Smithsonian Conservation Biology Institute (SCBI)


Conservation Biology Institute, National Zoological Park
The National Zoological Park's Conservation and Research Center was established in 1975 on 3,100 acres at a former US Army Cavalry Remount Station in Front Royal, Virginia, to encourage development of all aspects of animal sciences. Renamed the Smithsonian Conservation Biology Institute in 2010, the institute’s mission is the conservation of biodiversity through scientific research, professional training, and environmental education. Dr. Theodore H. Reed, director of the National Zoo, had been searching over a decade for a captive breeding facility where animals could be studied and bred without the stress of public viewing, when he heard of the possibility of obtaining the old Remount Station property. Other locations were examined, including La Plata, Maryland; Virginia's Great Dismal Swamp; and a nine hundred acre portion of Camp A. P. Hill in Virginia; but none could compare with the potential and existing on-site facilities offered by the old remount depot.

Soldier and Stallion at U.S. Cavalry Remount Station
The US Army obtained options on forty-two 100-acre farms in the vicinity of Front Royal in 1909 to establish four major remount depots to supply horses and mules for military operations. The farms, together with intervening acreage, were later purchased, and by 1911 the government owned a tract of 4,200 acres. A fenced corridor communicated directly with the railhead in Front Royal, where large numbers of animals were delivered to freight cars for overseas duty during World War I and II. There is a reminder of that bygone era at the Horse Cemetery, where tombstones mark the graves of some of the more noteworthy steeds and Kentucky Derby winners, as well as a number of dogs. When the Smithsonian acquired the property, one old Army pensioner remained—a mule named Old Tom, who is buried in an unmarked grave on Race Track Hill. During the cavalry's occupancy, nearly all of the woodlands on the property were converted to pasture at one time or another.

Prisoners of War at the U.S. Cavalry Remount Station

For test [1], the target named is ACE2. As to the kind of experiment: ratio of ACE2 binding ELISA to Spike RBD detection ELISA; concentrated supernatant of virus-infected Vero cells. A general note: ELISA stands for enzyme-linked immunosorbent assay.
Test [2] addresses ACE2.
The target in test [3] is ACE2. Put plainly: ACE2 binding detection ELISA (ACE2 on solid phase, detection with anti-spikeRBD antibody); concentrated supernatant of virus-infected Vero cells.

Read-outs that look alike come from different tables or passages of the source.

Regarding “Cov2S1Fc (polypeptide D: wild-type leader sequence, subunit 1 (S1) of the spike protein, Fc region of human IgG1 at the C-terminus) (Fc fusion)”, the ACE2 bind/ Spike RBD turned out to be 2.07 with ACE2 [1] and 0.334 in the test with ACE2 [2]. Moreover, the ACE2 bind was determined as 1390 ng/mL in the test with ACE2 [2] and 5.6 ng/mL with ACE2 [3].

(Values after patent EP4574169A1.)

A second building boom occurred during World War II, when the center served as a K-9 training facility and housed six hundred German and Italian prisoners of war. Several temporary structures were constructed in the vicinity of the alfalfa fields, but today only the foundations remain. Most of the rock piles scattered about the property date from this period. After World War II, the place of cavalry in modern warfare was questioned, and the US Congress passed legislation in 1948 transferring the land assets of the Remount Service to the US Department of Agriculture. The remount depot became the Beef Cattle Research Station, and fields that once had been home to thousands of cavalry mounts were occupied by Angus, Hereford, and Shorthorn cattle. The research station, in conjunction with Virginia Polytechnic Institute and State University, raised cattle under a variety of experimental conditions to improve meat production of the various breeds. In addition, the US Department of State used a portion of the station's facilities as an emergency relocation site with a communications station for the secretary of state and seven hundred State Department employees. In the winter of 1973, the Department of Agriculture decided to close down the research station's operations.

Guy Greenwell and baby crane at the Conservation Research Center (CRC)
The property was occupied by the Smithsonian in 1974, and title to the land was received in 1975. The facility was named the Conservation and Research Center, and was staffed with a dozen employees from various National Zoo departments as well as a handful of former Cavalry Remount Station and Beef Cattle Research Station employees. In 2010, the center was renamed the Smithsonian Conservation Biology Institute.

CRC Keeper Ginnie Fristoe-Titus with Guam Rail
Institute research has always covered a broad array of subjects including: ethology, conservation biology, ecology and biodiversity monitoring, reproductive biology and animal health, genetic diversity and systematics, and nutrition and geographic information systems.  Staff are involved in groundbreaking research pertaining to the conservation of endangered species and ecosystems locally, nationally, and around the world. The institute breeds and houses a wide range of endangered species. Institute staff have focused on such endangered species as the last living family of black-footed ferrets, the Guam rail, cranes, clouded leopards, Przewalski's wild horses, and Matschie’s tree kangaroos.

Workshop for Wildlife Managers in Burma
The institute also trains wildlife biologists from developing countries and conducts international research projects, including a recent one on the elephants of Southeast Asia led by institute director Christian Wemmer. Today, the goal of their research programs is to develop long-term, collaborative conservation initiatives that utilize a diverse array of scientific, cultural, and political tools to understand and protect species and their ecosystems.

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